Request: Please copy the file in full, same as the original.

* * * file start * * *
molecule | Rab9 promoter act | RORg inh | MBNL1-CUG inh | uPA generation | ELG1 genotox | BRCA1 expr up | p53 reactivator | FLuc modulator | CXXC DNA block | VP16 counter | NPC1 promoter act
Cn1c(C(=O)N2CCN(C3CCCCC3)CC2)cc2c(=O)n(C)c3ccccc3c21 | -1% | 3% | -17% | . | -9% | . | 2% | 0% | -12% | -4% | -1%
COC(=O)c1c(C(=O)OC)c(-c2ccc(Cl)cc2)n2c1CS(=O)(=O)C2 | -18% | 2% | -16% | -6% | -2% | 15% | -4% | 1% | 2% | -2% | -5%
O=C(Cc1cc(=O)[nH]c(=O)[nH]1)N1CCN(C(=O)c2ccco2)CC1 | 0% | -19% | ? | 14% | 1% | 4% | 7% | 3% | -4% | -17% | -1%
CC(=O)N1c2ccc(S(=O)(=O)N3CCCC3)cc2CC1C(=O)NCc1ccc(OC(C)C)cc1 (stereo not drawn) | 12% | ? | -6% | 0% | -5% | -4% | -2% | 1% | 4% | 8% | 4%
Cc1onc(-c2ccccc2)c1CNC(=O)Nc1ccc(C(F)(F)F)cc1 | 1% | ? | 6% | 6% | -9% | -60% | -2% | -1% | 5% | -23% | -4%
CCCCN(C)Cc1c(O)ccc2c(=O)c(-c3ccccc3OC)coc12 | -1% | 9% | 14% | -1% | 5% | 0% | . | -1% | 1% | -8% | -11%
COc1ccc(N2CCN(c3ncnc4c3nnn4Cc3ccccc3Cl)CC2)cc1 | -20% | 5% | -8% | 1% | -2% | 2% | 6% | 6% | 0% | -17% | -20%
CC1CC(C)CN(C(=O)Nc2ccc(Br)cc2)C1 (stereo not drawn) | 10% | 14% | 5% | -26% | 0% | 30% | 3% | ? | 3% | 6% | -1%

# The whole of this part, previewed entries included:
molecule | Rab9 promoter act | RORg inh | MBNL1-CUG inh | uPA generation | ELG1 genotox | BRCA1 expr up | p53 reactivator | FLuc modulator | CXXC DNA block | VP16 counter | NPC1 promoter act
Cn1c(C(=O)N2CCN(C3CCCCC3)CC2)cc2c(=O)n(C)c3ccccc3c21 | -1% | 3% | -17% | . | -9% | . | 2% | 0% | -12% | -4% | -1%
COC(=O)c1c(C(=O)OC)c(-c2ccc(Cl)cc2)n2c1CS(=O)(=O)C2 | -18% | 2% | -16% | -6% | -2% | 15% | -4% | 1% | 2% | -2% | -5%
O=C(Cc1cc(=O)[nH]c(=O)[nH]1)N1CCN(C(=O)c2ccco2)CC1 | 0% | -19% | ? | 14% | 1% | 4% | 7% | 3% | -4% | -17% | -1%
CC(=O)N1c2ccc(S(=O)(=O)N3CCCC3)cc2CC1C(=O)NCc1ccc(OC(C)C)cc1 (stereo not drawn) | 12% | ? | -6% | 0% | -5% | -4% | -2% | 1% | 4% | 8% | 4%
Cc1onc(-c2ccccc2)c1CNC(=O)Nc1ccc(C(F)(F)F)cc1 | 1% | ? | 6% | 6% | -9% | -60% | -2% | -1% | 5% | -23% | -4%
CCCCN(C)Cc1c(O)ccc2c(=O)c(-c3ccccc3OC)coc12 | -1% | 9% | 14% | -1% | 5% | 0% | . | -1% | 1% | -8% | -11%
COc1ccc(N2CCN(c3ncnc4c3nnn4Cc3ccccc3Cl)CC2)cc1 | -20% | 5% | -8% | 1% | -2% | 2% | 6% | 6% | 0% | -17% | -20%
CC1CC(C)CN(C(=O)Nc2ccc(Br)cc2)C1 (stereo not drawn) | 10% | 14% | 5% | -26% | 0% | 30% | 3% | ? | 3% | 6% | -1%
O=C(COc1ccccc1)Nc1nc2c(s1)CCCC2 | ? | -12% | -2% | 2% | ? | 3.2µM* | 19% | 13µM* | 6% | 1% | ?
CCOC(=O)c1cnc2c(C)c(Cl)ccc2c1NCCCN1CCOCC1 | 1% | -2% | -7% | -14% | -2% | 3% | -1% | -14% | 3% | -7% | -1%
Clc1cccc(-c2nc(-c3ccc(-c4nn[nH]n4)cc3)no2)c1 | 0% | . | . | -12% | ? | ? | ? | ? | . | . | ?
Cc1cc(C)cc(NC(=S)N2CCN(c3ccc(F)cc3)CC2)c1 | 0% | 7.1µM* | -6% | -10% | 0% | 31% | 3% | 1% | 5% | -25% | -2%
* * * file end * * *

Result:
molecule | Rab9 promoter act | RORg inh | MBNL1-CUG inh | uPA generation | ELG1 genotox | BRCA1 expr up | p53 reactivator | FLuc modulator | CXXC DNA block | VP16 counter | NPC1 promoter act
Cn1c(C(=O)N2CCN(C3CCCCC3)CC2)cc2c(=O)n(C)c3ccccc3c21 | -1% | 3% | -17% | . | -9% | . | 2% | 0% | -12% | -4% | -1%
COC(=O)c1c(C(=O)OC)c(-c2ccc(Cl)cc2)n2c1CS(=O)(=O)C2 | -18% | 2% | -16% | -6% | -2% | 15% | -4% | 1% | 2% | -2% | -5%
O=C(Cc1cc(=O)[nH]c(=O)[nH]1)N1CCN(C(=O)c2ccco2)CC1 | 0% | -19% | ? | 14% | 1% | 4% | 7% | 3% | -4% | -17% | -1%
CC(=O)N1c2ccc(S(=O)(=O)N3CCCC3)cc2CC1C(=O)NCc1ccc(OC(C)C)cc1 (stereo not drawn) | 12% | ? | -6% | 0% | -5% | -4% | -2% | 1% | 4% | 8% | 4%
Cc1onc(-c2ccccc2)c1CNC(=O)Nc1ccc(C(F)(F)F)cc1 | 1% | ? | 6% | 6% | -9% | -60% | -2% | -1% | 5% | -23% | -4%
CCCCN(C)Cc1c(O)ccc2c(=O)c(-c3ccccc3OC)coc12 | -1% | 9% | 14% | -1% | 5% | 0% | . | -1% | 1% | -8% | -11%
COc1ccc(N2CCN(c3ncnc4c3nnn4Cc3ccccc3Cl)CC2)cc1 | -20% | 5% | -8% | 1% | -2% | 2% | 6% | 6% | 0% | -17% | -20%
CC1CC(C)CN(C(=O)Nc2ccc(Br)cc2)C1 (stereo not drawn) | 10% | 14% | 5% | -26% | 0% | 30% | 3% | ? | 3% | 6% | -1%

# The whole of this part, previewed entries included:
molecule | Rab9 promoter act | RORg inh | MBNL1-CUG inh | uPA generation | ELG1 genotox | BRCA1 expr up | p53 reactivator | FLuc modulator | CXXC DNA block | VP16 counter | NPC1 promoter act
Cn1c(C(=O)N2CCN(C3CCCCC3)CC2)cc2c(=O)n(C)c3ccccc3c21 | -1% | 3% | -17% | . | -9% | . | 2% | 0% | -12% | -4% | -1%
COC(=O)c1c(C(=O)OC)c(-c2ccc(Cl)cc2)n2c1CS(=O)(=O)C2 | -18% | 2% | -16% | -6% | -2% | 15% | -4% | 1% | 2% | -2% | -5%
O=C(Cc1cc(=O)[nH]c(=O)[nH]1)N1CCN(C(=O)c2ccco2)CC1 | 0% | -19% | ? | 14% | 1% | 4% | 7% | 3% | -4% | -17% | -1%
CC(=O)N1c2ccc(S(=O)(=O)N3CCCC3)cc2CC1C(=O)NCc1ccc(OC(C)C)cc1 (stereo not drawn) | 12% | ? | -6% | 0% | -5% | -4% | -2% | 1% | 4% | 8% | 4%
Cc1onc(-c2ccccc2)c1CNC(=O)Nc1ccc(C(F)(F)F)cc1 | 1% | ? | 6% | 6% | -9% | -60% | -2% | -1% | 5% | -23% | -4%
CCCCN(C)Cc1c(O)ccc2c(=O)c(-c3ccccc3OC)coc12 | -1% | 9% | 14% | -1% | 5% | 0% | . | -1% | 1% | -8% | -11%
COc1ccc(N2CCN(c3ncnc4c3nnn4Cc3ccccc3Cl)CC2)cc1 | -20% | 5% | -8% | 1% | -2% | 2% | 6% | 6% | 0% | -17% | -20%
CC1CC(C)CN(C(=O)Nc2ccc(Br)cc2)C1 (stereo not drawn) | 10% | 14% | 5% | -26% | 0% | 30% | 3% | ? | 3% | 6% | -1%
O=C(COc1ccccc1)Nc1nc2c(s1)CCCC2 | ? | -12% | -2% | 2% | ? | 3.2µM* | 19% | 13µM* | 6% | 1% | ?
CCOC(=O)c1cnc2c(C)c(Cl)ccc2c1NCCCN1CCOCC1 | 1% | -2% | -7% | -14% | -2% | 3% | -1% | -14% | 3% | -7% | -1%
Clc1cccc(-c2nc(-c3ccc(-c4nn[nH]n4)cc3)no2)c1 | 0% | . | . | -12% | ? | ? | ? | ? | . | . | ?
Cc1cc(C)cc(NC(=S)N2CCN(c3ccc(F)cc3)CC2)c1 | 0% | 7.1µM* | -6% | -10% | 0% | 31% | 3% | 1% | 5% | -25% | -2%